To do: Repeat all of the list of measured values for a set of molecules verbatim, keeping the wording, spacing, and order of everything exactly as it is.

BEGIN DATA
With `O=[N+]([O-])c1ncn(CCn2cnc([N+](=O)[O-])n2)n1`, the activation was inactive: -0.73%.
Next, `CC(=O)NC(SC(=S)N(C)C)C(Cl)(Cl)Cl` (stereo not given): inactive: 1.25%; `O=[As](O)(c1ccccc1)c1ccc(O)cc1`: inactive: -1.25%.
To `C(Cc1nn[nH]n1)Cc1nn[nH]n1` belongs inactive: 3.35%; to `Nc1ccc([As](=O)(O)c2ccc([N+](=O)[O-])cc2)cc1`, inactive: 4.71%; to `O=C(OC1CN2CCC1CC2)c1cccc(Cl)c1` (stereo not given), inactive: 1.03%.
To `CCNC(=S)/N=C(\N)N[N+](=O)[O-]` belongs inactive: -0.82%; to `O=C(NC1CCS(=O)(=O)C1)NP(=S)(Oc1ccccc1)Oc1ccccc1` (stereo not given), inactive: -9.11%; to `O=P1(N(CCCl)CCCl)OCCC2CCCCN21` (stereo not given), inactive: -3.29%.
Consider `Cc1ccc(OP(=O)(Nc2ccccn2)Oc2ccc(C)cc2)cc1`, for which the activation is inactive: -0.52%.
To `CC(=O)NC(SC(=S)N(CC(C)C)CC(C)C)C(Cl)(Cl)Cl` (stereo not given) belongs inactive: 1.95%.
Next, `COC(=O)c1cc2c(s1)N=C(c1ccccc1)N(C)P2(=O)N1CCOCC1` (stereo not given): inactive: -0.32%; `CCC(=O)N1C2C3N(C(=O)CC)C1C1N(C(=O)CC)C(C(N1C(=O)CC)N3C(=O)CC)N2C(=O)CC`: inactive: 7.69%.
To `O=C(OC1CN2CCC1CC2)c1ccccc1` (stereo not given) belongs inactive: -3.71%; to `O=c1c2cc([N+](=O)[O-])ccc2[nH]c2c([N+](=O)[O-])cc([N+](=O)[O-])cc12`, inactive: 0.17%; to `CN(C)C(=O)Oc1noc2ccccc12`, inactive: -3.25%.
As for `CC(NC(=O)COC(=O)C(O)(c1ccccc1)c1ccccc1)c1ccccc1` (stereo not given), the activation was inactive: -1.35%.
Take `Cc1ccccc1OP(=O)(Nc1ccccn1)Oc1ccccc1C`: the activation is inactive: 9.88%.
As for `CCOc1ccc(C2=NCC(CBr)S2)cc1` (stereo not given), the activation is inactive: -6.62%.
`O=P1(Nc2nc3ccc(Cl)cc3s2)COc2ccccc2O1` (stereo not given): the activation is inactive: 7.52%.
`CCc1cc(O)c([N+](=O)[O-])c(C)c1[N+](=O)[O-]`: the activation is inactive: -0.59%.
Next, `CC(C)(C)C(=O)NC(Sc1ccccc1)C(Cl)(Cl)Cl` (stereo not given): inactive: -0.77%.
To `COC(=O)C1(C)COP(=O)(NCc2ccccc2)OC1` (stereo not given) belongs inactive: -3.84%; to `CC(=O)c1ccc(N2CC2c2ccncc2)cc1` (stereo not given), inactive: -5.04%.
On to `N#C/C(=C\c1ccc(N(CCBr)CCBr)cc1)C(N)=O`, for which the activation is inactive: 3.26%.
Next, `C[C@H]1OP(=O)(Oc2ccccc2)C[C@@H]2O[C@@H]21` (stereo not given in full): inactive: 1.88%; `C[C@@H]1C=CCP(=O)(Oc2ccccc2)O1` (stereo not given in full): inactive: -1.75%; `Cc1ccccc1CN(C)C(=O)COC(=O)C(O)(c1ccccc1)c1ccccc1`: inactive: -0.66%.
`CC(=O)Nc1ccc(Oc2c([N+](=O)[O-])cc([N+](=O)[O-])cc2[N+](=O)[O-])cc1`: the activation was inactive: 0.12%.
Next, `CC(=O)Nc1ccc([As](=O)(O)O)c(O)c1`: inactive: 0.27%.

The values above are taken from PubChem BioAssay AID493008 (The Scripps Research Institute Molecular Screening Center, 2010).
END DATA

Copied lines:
With `O=[N+]([O-])c1ncn(CCn2cnc([N+](=O)[O-])n2)n1`, the activation was inactive: -0.73%.
Next, `CC(=O)NC(SC(=S)N(C)C)C(Cl)(Cl)Cl` (stereo not given): inactive: 1.25%; `O=[As](O)(c1ccccc1)c1ccc(O)cc1`: inactive: -1.25%.
To `C(Cc1nn[nH]n1)Cc1nn[nH]n1` belongs inactive: 3.35%; to `Nc1ccc([As](=O)(O)c2ccc([N+](=O)[O-])cc2)cc1`, inactive: 4.71%; to `O=C(OC1CN2CCC1CC2)c1cccc(Cl)c1` (stereo not given), inactive: 1.03%.
To `CCNC(=S)/N=C(\N)N[N+](=O)[O-]` belongs inactive: -0.82%; to `O=C(NC1CCS(=O)(=O)C1)NP(=S)(Oc1ccccc1)Oc1ccccc1` (stereo not given), inactive: -9.11%; to `O=P1(N(CCCl)CCCl)OCCC2CCCCN21` (stereo not given), inactive: -3.29%.
Consider `Cc1ccc(OP(=O)(Nc2ccccn2)Oc2ccc(C)cc2)cc1`, for which the activation is inactive: -0.52%.
To `CC(=O)NC(SC(=S)N(CC(C)C)CC(C)C)C(Cl)(Cl)Cl` (stereo not given) belongs inactive: 1.95%.
Next, `COC(=O)c1cc2c(s1)N=C(c1ccccc1)N(C)P2(=O)N1CCOCC1` (stereo not given): inactive: -0.32%; `CCC(=O)N1C2C3N(C(=O)CC)C1C1N(C(=O)CC)C(C(N1C(=O)CC)N3C(=O)CC)N2C(=O)CC`: inactive: 7.69%.
To `O=C(OC1CN2CCC1CC2)c1ccccc1` (stereo not given) belongs inactive: -3.71%; to `O=c1c2cc([N+](=O)[O-])ccc2[nH]c2c([N+](=O)[O-])cc([N+](=O)[O-])cc12`, inactive: 0.17%; to `CN(C)C(=O)Oc1noc2ccccc12`, inactive: -3.25%.
As for `CC(NC(=O)COC(=O)C(O)(c1ccccc1)c1ccccc1)c1ccccc1` (stereo not given), the activation was inactive: -1.35%.
Take `Cc1ccccc1OP(=O)(Nc1ccccn1)Oc1ccccc1C`: the activation is inactive: 9.88%.
As for `CCOc1ccc(C2=NCC(CBr)S2)cc1` (stereo not given), the activation is inactive: -6.62%.
`O=P1(Nc2nc3ccc(Cl)cc3s2)COc2ccccc2O1` (stereo not given): the activation is inactive: 7.52%.
`CCc1cc(O)c([N+](=O)[O-])c(C)c1[N+](=O)[O-]`: the activation is inactive: -0.59%.
Next, `CC(C)(C)C(=O)NC(Sc1ccccc1)C(Cl)(Cl)Cl` (stereo not given): inactive: -0.77%.
To `COC(=O)C1(C)COP(=O)(NCc2ccccc2)OC1` (stereo not given) belongs inactive: -3.84%; to `CC(=O)c1ccc(N2CC2c2ccncc2)cc1` (stereo not given), inactive: -5.04%.
On to `N#C/C(=C\c1ccc(N(CCBr)CCBr)cc1)C(N)=O`, for which the activation is inactive: 3.26%.
Next, `C[C@H]1OP(=O)(Oc2ccccc2)C[C@@H]2O[C@@H]21` (stereo not given in full): inactive: 1.88%; `C[C@@H]1C=CCP(=O)(Oc2ccccc2)O1` (stereo not given in full): inactive: -1.75%; `Cc1ccccc1CN(C)C(=O)COC(=O)C(O)(c1ccccc1)c1ccccc1`: inactive: -0.66%.
`CC(=O)Nc1ccc(Oc2c([N+](=O)[O-])cc([N+](=O)[O-])cc2[N+](=O)[O-])cc1`: the activation was inactive: 0.12%.
Next, `CC(=O)Nc1ccc([As](=O)(O)O)c(O)c1`: inactive: 0.27%.

The values above are taken from PubChem BioAssay AID493008 (The Scripps Research Institute Molecular Screening Center, 2010).